Despite two challenging Grand Tours this already year, Movistar (opens in new tab)have confirmed they remain as ambitious as ever for the Vuelta a España (opens in new tab), with their leaders Miguel Angel López (opens in new tab) and Enric Mas (opens in new tab) saying they will be on the hunt for the overall win in the team’s home race.
Movistar’s outings at the Giro d’Italia and Tour de France this year were beset with difficulties. Designated leader Marc Soler crashed out of the Italian race and again in the Tour on the first day, then López quit the Tour de France after his injuries also proved too much in the third week.
Enric Mas battled through to sixth in Paris but his one moment of potential glory, a stage at Luz Ardiden was squashed flat by Tadej Pogacar (UAE Team Emirates) as the Slovenian pounded past for a second straight Pyrenean victory.
Meanwhile, ultra-veteran Alejandro Valverde had a brief cameo when the 41-year-old tried to chase down stage winner Sepp Kuss (Jumbo-Visma) on the descent off the Beixalis into Andorra. Despite their efforts, Movistar’s appearances on the Tour radar were rare.
“I had a bitter sweet taste after the Tour, I wasn’t totally unhappy, I went for the podium and got sixth,” Mas said on Friday, as the clock ticked down to the start of the Vuelta and the evening time trial in Burgos.
“Now I’ve got another opportunity and I’m feeling a little bit better than when I started the Tour in July.”
Neither Mas nor Lopez have raced since the Vuelta. While the lack of competition will have allowed the Movistar duo to rested up and recover, it could also make the early part of the race more of a challenge for them. The difficult ascent of Picón Blanco on Monday will provide a clearer verdict on that strategy.
“It’d could be important to gain time in the first week, but also not to lose it,” Mas said, perhaps hinting that that was a concern.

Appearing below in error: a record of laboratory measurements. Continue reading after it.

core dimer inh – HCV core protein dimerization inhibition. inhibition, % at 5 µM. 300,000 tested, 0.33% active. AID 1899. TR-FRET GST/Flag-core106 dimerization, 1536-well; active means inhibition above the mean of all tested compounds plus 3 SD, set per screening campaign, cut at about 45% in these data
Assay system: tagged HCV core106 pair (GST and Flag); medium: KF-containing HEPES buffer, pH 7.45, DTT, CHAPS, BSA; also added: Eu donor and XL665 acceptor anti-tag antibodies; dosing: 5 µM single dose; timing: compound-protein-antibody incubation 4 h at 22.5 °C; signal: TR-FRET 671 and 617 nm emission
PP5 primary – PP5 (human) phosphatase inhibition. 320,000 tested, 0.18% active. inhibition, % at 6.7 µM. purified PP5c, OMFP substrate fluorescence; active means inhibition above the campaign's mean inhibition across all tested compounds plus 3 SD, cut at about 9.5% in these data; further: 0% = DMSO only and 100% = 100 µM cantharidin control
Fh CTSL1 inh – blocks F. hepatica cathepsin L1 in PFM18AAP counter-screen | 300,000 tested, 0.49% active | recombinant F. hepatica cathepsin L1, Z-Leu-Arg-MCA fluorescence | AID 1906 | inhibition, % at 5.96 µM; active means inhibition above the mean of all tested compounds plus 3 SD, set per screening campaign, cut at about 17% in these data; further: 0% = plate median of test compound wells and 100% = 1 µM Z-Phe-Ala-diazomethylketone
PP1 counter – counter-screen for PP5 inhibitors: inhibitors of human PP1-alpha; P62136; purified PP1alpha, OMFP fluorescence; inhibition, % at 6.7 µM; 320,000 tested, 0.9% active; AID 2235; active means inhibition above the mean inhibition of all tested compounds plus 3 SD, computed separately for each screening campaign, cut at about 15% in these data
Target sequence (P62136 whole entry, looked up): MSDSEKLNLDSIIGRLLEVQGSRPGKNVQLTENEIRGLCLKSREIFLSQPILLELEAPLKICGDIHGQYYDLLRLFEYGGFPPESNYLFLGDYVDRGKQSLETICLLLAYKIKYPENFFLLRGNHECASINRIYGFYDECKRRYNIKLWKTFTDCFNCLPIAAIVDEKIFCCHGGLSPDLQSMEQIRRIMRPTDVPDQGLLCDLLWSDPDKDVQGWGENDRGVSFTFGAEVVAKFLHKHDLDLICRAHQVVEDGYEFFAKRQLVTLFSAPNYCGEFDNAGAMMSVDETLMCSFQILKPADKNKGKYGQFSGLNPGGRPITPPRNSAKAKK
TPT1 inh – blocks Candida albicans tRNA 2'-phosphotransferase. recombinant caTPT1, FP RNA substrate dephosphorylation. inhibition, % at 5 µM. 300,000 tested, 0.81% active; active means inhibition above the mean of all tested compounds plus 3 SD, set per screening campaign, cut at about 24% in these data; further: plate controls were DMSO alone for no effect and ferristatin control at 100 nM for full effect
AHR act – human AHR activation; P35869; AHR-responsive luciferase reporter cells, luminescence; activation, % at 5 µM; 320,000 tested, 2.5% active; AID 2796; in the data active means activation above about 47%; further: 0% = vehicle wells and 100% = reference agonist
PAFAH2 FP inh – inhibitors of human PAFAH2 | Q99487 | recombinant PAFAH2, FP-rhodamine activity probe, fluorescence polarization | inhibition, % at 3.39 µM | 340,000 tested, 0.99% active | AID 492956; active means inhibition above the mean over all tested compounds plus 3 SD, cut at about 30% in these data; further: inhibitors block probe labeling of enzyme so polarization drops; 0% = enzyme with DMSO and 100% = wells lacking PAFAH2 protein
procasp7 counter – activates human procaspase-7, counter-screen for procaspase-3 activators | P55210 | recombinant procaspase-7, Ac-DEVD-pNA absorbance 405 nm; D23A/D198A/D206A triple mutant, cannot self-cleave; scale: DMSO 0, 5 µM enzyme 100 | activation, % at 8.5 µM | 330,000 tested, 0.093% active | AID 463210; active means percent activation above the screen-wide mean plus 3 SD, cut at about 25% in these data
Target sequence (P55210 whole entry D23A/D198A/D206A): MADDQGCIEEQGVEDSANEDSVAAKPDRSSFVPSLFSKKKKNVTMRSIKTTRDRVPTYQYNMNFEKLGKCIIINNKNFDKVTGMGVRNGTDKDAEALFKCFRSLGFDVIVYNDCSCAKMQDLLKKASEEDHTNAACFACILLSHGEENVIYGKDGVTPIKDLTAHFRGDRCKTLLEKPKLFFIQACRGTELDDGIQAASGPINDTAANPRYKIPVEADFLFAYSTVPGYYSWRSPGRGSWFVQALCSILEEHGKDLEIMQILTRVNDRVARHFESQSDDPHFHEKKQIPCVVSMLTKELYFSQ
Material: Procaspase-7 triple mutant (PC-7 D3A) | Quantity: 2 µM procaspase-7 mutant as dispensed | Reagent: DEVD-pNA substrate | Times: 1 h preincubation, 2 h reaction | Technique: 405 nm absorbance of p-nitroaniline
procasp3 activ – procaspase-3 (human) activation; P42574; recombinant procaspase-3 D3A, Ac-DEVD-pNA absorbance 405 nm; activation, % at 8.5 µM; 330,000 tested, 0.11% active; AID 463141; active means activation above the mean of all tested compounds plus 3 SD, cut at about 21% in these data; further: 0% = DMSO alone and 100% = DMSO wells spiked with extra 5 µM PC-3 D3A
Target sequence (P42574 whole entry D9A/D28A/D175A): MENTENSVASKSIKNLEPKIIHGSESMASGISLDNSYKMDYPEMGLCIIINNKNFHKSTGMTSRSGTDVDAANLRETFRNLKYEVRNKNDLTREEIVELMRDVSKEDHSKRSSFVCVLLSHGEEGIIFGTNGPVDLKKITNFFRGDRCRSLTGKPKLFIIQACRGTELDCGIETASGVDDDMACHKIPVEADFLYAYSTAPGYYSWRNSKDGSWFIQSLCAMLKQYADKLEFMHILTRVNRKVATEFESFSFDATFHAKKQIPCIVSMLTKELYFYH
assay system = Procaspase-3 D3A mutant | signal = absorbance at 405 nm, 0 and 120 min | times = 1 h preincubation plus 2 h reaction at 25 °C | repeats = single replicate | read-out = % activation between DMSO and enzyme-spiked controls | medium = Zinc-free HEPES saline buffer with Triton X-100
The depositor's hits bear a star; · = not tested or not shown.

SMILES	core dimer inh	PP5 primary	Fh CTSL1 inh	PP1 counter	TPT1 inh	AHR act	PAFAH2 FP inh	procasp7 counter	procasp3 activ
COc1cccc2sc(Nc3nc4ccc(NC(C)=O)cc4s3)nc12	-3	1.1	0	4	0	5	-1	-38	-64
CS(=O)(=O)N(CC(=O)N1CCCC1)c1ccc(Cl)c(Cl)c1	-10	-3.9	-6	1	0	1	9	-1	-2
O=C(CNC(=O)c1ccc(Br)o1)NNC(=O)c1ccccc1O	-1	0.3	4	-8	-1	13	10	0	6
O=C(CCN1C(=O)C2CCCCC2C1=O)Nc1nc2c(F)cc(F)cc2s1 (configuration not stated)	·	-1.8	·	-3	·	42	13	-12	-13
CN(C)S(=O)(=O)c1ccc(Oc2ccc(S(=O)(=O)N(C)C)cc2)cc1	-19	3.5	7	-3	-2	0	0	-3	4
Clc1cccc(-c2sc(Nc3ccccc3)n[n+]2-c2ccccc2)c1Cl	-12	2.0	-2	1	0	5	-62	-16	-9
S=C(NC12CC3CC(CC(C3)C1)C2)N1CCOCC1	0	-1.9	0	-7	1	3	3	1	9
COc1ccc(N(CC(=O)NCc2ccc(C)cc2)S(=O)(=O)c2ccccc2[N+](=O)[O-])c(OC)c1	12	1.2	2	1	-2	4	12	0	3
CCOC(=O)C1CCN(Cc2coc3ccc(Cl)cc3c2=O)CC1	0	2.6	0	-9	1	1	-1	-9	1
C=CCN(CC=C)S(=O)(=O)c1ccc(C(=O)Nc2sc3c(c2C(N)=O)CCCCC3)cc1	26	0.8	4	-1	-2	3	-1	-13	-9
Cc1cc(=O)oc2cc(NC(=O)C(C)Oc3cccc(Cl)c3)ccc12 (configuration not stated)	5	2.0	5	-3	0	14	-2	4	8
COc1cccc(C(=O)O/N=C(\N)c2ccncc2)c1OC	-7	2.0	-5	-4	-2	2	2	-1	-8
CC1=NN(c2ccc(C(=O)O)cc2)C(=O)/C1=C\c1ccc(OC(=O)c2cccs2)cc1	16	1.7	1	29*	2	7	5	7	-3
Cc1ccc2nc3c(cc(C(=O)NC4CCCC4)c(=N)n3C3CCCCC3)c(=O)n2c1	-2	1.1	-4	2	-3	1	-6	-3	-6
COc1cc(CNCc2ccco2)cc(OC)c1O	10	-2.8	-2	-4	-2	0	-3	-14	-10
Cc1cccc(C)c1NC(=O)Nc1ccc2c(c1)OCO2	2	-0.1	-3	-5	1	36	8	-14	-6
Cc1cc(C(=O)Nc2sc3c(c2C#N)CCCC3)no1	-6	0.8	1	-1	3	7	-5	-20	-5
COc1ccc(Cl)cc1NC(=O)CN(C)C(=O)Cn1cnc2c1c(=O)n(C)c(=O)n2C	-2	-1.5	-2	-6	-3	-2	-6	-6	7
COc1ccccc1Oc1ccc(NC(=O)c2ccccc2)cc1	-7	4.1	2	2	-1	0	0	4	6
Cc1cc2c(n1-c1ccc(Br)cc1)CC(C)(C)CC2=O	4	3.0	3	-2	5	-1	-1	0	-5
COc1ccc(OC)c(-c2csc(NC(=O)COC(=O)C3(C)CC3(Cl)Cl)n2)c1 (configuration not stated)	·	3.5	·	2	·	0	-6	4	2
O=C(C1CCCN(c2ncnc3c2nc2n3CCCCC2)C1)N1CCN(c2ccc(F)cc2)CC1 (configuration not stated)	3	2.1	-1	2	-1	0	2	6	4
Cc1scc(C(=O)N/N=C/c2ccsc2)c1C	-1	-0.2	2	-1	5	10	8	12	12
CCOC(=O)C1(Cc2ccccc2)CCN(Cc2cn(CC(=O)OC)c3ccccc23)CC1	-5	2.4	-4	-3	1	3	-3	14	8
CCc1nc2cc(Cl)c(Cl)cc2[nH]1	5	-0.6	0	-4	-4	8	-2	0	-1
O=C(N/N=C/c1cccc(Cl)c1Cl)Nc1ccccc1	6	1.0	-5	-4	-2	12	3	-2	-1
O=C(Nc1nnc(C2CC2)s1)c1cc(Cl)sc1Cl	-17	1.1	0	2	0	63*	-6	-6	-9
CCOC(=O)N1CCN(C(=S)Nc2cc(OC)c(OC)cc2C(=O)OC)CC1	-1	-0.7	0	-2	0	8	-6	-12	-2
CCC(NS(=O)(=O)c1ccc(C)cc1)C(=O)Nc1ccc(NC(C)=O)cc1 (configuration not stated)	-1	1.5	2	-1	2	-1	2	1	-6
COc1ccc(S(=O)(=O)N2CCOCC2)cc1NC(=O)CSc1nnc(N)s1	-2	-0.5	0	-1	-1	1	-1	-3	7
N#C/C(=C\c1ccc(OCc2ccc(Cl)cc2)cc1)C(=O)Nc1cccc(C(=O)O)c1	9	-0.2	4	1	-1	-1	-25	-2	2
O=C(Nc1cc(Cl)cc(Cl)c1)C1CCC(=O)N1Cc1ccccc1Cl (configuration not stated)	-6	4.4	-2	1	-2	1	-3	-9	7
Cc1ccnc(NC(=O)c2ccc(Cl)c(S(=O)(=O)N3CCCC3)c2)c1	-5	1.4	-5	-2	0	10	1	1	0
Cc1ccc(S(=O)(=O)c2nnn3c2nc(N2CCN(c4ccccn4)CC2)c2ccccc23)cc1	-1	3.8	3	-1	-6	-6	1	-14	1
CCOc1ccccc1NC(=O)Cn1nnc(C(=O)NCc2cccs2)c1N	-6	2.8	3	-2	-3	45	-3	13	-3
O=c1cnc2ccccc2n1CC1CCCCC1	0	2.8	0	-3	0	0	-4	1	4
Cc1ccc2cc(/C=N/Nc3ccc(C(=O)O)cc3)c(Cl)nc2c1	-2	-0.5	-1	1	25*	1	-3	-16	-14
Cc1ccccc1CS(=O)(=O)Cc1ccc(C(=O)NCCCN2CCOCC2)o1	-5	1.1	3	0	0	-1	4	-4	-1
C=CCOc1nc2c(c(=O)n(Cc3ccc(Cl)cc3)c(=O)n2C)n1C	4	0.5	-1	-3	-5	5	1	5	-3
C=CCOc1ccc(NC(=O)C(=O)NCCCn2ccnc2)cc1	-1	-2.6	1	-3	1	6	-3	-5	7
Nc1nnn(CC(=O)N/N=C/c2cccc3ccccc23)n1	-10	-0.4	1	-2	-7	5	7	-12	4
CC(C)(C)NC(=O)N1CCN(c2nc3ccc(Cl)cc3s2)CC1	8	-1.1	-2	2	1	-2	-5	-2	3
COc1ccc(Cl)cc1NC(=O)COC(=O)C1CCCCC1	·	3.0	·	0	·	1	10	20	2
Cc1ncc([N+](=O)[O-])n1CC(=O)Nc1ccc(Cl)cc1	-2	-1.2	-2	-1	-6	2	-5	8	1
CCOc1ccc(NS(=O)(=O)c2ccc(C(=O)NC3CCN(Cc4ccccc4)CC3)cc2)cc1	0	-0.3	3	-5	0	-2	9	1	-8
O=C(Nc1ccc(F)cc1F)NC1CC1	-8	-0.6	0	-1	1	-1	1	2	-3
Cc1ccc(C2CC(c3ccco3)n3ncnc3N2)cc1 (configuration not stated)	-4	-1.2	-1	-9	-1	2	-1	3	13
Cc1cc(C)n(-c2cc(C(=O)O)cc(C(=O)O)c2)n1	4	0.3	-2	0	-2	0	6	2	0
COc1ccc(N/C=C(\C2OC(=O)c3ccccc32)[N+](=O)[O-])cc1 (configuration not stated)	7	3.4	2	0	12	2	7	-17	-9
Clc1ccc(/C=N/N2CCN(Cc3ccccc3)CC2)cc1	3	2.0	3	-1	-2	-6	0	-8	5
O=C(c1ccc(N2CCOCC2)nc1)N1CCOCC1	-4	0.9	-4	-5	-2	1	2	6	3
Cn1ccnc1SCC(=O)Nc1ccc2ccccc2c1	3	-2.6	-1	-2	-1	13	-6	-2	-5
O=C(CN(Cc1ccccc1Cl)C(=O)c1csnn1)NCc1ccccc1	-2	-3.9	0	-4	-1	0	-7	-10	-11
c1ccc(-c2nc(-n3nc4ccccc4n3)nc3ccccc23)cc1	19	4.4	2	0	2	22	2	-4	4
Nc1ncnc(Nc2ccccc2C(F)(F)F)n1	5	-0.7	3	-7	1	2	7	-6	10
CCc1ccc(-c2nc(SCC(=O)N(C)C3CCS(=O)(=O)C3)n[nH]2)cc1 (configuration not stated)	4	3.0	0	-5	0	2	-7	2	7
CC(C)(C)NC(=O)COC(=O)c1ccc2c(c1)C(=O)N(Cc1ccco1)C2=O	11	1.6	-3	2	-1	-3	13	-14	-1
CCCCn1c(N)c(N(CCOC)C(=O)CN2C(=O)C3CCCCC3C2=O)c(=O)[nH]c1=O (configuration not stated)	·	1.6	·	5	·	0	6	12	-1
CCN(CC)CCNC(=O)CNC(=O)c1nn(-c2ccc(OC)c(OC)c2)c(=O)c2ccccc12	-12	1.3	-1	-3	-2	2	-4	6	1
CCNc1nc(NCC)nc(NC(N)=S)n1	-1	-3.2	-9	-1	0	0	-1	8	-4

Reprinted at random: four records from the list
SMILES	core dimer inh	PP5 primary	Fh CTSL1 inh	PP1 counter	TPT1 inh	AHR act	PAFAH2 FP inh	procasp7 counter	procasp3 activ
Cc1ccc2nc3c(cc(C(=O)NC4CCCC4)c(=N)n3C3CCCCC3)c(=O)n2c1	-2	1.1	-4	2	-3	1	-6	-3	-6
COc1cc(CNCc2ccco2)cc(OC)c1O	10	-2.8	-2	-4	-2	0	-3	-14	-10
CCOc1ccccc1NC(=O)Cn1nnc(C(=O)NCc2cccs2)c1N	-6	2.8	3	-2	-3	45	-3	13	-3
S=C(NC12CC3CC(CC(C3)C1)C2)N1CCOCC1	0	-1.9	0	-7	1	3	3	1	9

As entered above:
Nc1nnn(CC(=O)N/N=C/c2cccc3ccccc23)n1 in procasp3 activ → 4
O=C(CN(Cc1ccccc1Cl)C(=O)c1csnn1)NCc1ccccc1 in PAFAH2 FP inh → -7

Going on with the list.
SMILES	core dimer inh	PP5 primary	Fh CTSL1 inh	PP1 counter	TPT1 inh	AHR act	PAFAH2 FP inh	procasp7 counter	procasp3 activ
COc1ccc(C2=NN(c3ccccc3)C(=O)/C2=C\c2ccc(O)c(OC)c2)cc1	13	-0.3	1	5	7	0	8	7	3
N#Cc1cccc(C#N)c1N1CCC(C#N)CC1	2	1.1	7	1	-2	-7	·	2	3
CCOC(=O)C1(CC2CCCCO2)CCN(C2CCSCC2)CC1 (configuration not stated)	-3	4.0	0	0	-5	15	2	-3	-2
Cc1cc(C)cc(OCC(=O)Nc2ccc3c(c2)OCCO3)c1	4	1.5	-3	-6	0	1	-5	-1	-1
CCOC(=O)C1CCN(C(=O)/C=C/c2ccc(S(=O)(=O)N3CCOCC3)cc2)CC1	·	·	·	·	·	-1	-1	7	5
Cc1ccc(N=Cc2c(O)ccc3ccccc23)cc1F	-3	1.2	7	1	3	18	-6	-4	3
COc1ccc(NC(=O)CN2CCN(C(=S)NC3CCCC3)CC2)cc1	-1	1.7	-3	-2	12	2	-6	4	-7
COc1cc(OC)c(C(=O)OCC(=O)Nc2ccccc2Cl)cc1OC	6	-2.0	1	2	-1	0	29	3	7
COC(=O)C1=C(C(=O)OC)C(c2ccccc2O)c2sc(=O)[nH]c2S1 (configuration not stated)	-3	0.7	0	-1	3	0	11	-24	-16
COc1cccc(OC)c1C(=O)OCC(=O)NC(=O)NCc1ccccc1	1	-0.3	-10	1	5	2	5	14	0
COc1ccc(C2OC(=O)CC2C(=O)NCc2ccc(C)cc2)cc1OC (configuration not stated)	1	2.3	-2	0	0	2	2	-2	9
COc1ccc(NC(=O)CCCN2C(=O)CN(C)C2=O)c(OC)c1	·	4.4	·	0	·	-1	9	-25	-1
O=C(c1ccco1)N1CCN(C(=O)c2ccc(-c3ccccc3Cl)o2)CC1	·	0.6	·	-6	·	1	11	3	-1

“The third week is extremely hard this year. And I get the feeling the flat stages are going to be very important, too. If you aren’t careful, you can lose as much time on the flat in the echelons as in the mountains, even one, two or three minutes,” Lopez emphasised, when asked about why Movistar’s Vuelta line-up has more all-rounders among its support riders than usual.
“We want to make sure we are protected in that area.”
Assuming they dodge the worst of any potential echelons and are in the mix for the mountain stages, both Mas and Lopez said that they were looking for nothing less than victory in the Vuelta.
“In my head, I think we can win it,” Mas said.
“We’re in Movistar, the team always says we start races looking for victory. It may turn out that some people are stronger than you, maybe they aren’t. This is our home race and both I and Miguel Angel are here to try to win it.”
“We are hoping to be in the highest part of the classification,” confirmed Lopez, “we’re racing in the team’s home event, and we hope to do well.”
Both riders have finished on the podium of the Vuelta a España in the past. In 2018, Mas placed second, in what was his breakthrough result in three-week stage racing, and López, already third in the Giro d’Italia, followed that up with third in the Spanish Grand Tour. While Lopez has not raced the Vuelta since 2019, last year Mas finished fifth and claimed the best young rider’s jersey.
Over the years as cycling’s oldest team, Movistar have rarely been out of contention in their home race. But although Valverde was their last podium finisher when he placed second in 2019, the team’s last Vuelta victory with Colombia’s Nairo Quintana is beginning to fade out of view in the rear mirror.
One notable change in the Movistar Vuelta line-up is not on the team rider roster.
Jose Luis Arrieta, Movistar’s longstanding sports director for the Vuelta, will not be present, with Patxi Vila, who joined the team in 2020 after spells in management at Tinkoff and Bora-Hansgrohe, taking over his role.
How that change in management will affect the team’s strategy in the Vuelta, though, remains to be seen. Mas and López, in any case, know what their objectives will be.
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Alasdair Fotheringham has been reporting on cycling since 1991. He has covered every Tour de France since 1992 bar one, as well as numerous other bike races of all shapes and sizes, ranging from the Olympic Games in 2008 to the now sadly defunct Subida a Urkiola hill climb in Spain. As well as working for Cyclingnews, he has also written for The Independent, The Guardian, ProCycling, The Express and Reuters.